Do you see the skeleton in back? The end of the coffin to the left? The rotted pillows from coffins long-gone to the right?
As soon as I saw a rusted mausoleum, I knew there'd be a way to peek in.
Inside the rusted resting place.
Coffin to the left side.
An empty grave. Probably not completely entirely empty of remains--but ashes to ashes and dust to dust. Particularly in the subtropical environment.

Empty top except for a fern.

I wonder how many people decomposed in the bottom of this above-ground grave. It's impossible to say without the family's list of the deceased.

My love affair with a dead guy. (John Wesley Hardin)

Generally, I don’t care for ne’er do well types. But, he was a member of the State Bar of Texas, which explains my interest. Hmm. An outlaw lawyer. Kinda has a nice ring of redemption!

All across the telegraph
His name did it resound
But no charge held against him
Could they prove*
And there was no man around
Who could track or chain him down#
He was never known
To make a foolish move+

(Bob Dylan, ‘John Wesley Harding’)

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* Truth be told, he knew he killed a bunch of people. Who even knows if all of them had it coming. Oh, there was plenty of proof. Plenty. But, he kept escaping from jail!
#Until he was sentenced to time in Hunstville. Yeah, he didn’t escape from there. Tried but failed. He was punished harshly for his attempts.
+These kinds of guys repeatedly make foolish moves. That’s why they end up shot in the back of the head one day. For as much as Hardin is an interesting historical ‘character’ (let us not forget this was once a real, live person who had human needs and desires), he wasn’t exactly level-headed.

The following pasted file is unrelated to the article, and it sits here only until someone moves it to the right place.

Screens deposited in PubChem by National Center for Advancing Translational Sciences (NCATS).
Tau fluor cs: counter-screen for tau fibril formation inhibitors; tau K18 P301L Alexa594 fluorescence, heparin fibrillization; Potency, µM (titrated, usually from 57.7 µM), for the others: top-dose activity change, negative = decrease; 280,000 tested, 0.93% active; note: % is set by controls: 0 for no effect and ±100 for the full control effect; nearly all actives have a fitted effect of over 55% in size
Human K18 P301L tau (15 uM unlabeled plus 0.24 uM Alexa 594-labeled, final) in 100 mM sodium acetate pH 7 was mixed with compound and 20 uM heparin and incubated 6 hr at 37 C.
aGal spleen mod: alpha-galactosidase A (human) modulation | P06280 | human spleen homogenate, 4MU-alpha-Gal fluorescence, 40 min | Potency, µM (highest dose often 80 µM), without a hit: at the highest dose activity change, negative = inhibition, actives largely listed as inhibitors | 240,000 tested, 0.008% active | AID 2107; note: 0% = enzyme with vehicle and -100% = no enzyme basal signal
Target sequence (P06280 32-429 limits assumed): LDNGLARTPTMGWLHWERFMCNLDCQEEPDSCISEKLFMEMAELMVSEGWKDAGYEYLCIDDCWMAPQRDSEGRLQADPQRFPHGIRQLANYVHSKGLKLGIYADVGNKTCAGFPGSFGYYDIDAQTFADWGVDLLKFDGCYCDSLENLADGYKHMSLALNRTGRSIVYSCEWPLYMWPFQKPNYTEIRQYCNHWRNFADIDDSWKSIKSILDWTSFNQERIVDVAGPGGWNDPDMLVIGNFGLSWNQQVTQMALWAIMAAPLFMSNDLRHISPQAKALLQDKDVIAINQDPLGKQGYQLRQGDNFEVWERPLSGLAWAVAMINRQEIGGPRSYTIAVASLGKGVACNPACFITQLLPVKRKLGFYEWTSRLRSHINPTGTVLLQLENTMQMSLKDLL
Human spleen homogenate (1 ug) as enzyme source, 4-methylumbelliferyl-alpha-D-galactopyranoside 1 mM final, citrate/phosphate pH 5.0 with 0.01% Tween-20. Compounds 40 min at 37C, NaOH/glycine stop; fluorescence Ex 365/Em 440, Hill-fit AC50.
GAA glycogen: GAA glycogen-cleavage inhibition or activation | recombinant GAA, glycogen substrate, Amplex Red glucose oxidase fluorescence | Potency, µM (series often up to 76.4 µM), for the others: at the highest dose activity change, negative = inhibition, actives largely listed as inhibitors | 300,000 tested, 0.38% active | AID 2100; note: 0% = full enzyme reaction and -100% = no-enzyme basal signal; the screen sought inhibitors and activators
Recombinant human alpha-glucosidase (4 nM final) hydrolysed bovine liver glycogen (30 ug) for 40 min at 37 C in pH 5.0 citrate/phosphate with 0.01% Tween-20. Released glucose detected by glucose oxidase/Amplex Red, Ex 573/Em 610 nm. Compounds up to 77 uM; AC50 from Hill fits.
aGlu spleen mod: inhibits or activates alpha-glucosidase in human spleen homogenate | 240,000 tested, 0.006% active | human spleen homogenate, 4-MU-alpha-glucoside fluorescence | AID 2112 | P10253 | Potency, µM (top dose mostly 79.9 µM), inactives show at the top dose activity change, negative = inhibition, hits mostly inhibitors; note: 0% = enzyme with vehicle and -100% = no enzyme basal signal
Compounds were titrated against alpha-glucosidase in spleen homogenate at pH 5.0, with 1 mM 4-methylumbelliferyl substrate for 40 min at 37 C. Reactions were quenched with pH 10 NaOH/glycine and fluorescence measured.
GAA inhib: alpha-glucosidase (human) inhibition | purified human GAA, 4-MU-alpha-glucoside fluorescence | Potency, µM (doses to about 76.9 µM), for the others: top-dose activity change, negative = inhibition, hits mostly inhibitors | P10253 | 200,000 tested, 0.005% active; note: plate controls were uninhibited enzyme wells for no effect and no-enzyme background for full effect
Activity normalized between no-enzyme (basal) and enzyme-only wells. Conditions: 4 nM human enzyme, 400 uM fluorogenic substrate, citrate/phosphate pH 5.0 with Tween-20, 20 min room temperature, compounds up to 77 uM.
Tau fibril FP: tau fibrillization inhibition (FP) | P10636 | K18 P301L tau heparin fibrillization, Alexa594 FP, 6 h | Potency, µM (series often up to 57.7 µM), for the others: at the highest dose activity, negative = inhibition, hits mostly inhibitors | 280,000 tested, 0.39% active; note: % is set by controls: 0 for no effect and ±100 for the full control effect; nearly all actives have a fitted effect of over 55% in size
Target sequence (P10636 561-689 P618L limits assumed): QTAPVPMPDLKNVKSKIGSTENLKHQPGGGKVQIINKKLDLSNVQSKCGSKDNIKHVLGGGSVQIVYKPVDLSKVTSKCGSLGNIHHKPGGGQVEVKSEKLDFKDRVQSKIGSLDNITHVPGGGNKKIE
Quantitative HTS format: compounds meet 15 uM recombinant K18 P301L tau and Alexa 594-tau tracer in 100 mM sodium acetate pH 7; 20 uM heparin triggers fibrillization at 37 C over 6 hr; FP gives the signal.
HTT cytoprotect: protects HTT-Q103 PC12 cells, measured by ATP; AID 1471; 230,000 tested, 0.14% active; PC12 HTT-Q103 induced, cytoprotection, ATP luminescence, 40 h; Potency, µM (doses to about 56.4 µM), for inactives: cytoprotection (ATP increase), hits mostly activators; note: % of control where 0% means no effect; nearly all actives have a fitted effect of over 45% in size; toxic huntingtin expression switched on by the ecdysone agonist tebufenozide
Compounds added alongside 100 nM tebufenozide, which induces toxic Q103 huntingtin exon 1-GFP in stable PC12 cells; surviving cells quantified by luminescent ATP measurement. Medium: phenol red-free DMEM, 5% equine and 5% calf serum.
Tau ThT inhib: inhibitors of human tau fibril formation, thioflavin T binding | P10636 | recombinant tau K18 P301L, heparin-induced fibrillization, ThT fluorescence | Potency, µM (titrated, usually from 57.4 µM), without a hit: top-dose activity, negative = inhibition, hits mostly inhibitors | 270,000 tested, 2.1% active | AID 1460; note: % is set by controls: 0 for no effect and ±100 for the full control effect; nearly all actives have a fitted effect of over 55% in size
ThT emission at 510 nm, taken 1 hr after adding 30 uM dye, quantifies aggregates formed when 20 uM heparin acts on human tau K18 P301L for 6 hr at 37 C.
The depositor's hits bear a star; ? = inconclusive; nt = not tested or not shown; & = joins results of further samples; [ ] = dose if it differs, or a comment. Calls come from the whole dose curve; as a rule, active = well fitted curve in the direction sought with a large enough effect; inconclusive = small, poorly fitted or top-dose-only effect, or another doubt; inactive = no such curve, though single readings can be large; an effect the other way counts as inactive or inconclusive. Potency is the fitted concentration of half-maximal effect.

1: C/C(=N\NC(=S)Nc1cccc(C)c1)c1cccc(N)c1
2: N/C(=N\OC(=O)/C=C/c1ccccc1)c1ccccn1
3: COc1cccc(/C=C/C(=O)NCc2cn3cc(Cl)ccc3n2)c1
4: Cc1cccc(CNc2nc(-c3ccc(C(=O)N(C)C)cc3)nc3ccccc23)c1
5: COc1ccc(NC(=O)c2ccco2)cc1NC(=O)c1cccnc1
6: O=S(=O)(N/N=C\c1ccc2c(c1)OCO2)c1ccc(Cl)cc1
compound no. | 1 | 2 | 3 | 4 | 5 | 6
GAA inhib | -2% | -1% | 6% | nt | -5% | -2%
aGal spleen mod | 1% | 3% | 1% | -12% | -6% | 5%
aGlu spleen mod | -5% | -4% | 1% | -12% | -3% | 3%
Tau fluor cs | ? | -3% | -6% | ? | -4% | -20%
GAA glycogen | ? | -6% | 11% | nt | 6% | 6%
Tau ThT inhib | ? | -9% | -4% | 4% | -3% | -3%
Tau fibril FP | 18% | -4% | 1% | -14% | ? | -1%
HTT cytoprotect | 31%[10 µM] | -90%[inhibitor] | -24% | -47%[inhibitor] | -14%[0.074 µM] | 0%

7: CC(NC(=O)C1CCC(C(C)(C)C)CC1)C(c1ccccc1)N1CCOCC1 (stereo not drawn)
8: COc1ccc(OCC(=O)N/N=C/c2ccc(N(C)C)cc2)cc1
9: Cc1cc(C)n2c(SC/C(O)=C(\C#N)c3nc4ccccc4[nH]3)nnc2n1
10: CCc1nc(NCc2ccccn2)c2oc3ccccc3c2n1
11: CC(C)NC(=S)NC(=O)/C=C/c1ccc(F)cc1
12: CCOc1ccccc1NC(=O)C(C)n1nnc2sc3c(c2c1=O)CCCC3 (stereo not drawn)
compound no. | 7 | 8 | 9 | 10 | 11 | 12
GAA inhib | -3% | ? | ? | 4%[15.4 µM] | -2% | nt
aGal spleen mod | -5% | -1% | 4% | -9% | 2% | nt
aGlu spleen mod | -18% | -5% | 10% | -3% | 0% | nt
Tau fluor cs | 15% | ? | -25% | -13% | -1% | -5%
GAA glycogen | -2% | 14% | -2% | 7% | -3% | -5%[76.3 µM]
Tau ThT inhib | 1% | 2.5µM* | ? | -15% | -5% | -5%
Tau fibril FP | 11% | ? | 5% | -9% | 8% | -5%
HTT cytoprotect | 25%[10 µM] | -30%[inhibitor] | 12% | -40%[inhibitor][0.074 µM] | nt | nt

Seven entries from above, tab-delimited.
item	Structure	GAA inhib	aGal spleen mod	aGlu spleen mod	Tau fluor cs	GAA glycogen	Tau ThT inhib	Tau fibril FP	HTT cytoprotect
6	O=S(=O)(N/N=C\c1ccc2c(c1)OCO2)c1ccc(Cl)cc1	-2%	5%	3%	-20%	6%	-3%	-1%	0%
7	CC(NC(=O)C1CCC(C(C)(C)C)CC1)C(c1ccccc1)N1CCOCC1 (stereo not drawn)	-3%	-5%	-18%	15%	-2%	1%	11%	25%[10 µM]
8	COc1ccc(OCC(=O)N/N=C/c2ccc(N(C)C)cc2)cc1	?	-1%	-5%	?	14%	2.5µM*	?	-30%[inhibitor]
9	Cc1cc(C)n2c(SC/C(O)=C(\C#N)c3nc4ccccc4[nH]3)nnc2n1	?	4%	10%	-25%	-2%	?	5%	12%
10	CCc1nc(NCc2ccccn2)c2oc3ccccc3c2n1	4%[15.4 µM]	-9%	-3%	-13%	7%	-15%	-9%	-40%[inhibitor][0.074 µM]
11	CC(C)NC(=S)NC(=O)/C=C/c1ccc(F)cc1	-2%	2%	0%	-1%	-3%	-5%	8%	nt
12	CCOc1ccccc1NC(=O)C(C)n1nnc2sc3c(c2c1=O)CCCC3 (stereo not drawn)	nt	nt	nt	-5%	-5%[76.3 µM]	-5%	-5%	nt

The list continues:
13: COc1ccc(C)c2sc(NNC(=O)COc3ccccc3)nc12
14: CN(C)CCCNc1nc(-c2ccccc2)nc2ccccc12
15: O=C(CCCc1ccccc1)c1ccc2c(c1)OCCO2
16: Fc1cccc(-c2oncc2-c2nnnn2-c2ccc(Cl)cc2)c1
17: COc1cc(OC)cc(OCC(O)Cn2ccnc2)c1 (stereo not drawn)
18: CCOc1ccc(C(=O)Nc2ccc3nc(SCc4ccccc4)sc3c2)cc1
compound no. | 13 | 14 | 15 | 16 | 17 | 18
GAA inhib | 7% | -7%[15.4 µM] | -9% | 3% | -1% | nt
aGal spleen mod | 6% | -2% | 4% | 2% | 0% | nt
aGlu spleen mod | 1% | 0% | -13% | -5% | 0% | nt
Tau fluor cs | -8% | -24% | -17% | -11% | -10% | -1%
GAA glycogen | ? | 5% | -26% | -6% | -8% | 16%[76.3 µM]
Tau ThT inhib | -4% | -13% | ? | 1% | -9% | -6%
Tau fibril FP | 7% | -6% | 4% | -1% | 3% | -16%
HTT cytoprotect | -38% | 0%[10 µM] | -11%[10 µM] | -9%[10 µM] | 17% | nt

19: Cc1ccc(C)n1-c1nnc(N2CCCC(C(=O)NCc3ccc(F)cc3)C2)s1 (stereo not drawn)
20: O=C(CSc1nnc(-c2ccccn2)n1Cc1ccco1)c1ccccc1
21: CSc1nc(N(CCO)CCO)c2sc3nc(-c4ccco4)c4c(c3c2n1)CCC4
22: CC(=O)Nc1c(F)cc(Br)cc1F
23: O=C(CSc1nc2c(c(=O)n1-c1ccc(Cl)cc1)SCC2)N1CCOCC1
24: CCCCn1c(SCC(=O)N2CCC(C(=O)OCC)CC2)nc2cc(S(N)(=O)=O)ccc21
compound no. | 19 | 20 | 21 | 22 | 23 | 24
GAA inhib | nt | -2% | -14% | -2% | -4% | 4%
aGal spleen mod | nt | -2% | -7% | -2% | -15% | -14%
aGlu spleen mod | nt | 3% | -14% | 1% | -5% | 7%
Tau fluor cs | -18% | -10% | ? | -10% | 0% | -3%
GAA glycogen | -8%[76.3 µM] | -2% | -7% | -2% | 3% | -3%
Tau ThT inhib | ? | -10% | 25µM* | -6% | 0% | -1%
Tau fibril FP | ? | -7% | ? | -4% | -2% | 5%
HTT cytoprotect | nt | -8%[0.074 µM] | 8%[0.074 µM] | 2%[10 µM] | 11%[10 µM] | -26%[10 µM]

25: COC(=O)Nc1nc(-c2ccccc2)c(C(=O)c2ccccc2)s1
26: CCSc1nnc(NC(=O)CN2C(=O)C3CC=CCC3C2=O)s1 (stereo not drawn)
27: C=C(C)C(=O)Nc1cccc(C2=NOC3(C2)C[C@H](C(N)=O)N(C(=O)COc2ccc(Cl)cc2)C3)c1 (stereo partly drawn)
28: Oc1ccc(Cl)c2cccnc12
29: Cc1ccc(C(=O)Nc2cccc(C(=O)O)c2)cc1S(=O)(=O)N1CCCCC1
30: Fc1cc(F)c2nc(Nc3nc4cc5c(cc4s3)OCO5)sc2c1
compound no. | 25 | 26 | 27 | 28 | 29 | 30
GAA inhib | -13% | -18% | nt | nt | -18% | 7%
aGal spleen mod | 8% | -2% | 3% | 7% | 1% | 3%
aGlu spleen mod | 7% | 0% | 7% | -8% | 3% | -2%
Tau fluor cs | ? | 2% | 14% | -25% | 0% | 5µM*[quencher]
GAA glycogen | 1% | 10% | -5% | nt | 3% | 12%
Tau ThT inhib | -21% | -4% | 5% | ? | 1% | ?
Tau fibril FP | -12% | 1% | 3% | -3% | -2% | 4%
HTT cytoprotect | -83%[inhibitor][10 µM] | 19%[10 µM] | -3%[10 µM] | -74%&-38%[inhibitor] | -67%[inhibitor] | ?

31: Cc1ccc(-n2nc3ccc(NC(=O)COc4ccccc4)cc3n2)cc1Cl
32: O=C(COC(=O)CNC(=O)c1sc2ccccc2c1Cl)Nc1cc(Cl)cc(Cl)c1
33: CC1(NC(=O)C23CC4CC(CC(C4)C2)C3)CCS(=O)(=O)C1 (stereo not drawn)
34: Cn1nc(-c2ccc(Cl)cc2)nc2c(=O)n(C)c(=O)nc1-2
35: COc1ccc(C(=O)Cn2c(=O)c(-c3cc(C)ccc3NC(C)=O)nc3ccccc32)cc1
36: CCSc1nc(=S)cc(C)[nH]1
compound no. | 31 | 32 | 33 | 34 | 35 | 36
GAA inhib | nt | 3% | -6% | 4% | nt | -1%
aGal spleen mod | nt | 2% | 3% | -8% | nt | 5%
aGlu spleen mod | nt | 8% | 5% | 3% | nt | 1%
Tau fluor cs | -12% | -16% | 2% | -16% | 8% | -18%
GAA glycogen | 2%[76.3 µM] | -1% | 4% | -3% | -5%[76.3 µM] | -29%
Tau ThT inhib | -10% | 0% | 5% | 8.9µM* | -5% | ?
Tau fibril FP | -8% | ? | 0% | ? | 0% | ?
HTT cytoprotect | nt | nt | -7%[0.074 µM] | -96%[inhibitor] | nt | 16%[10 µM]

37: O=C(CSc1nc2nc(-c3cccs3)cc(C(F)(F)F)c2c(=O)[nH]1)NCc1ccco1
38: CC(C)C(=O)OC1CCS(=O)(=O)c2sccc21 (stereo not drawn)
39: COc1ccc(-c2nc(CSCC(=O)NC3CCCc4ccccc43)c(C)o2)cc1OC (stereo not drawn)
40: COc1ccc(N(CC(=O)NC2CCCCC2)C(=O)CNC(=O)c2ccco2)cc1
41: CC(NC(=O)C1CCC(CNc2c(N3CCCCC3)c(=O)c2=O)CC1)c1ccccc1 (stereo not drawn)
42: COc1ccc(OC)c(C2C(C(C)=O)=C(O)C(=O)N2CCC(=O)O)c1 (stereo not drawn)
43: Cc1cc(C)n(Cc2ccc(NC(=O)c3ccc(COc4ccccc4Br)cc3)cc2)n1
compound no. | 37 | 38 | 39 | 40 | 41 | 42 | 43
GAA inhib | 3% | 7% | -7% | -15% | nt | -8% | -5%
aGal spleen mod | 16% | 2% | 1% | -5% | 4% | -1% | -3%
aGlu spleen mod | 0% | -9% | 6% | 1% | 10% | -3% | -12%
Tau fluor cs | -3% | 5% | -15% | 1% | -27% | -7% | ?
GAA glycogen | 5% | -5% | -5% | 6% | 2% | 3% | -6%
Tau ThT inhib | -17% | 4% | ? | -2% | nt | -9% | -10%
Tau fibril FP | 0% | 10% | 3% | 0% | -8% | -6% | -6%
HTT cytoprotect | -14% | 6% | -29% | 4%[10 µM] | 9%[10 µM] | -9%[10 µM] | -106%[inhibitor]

Still, he’s up there with Judge Roy Bean on the ‘cool lawyer/judge’ spectrum.

[sidenote: There’s a cage around his grave because his family kept trying to dig him up to move him. I find that insane, given the fact that his resting place is part of the history of El Paso.]

uuuuuh. Is there some good reason why I thought I needed to pose with ‘gun fingers’ in front of his grave? That was dorky!

Castle Grave (Driftwood, Texas)

I just wish I were a fly on the wall when the concept for this grave was developed. Shoot. For all I know, maybe I was!

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Count your blessings that I didn’t take pics of the most depressing grave ever. It was a metal crib around a 2 year old boy’s grave. It’s only second to a family plot in the Live Oak Cemetery up the road from me. The tombstones read: Mother, Father, Baby, Baby, Baby, Baby. It’s strange. There are a lot of dead children in that graveyard. But, up the road a bit (off of Dittmar), there are hardly any dead babies. The only lesson I can draw from this is that in the 1800s, you should have lived north of Slaughter Creek. Even I don’t like to venture into the woods behind my house alone anymore. There’s something wrong with that creek.

It was named for Augustine B. Slaughter, a Texas Ranger. They say his body is buried somewhere back there.  Seriously, local historians claim that he is buried back there. Maybe my house was built on his grave! [Cue scary movie song and haunted TV. Remember when televisions went all goober-boober late at night? Test patterns, snow. Yeah.  And right before the channels went off, they’d play the national anthem. Complete with amber waves of grain!]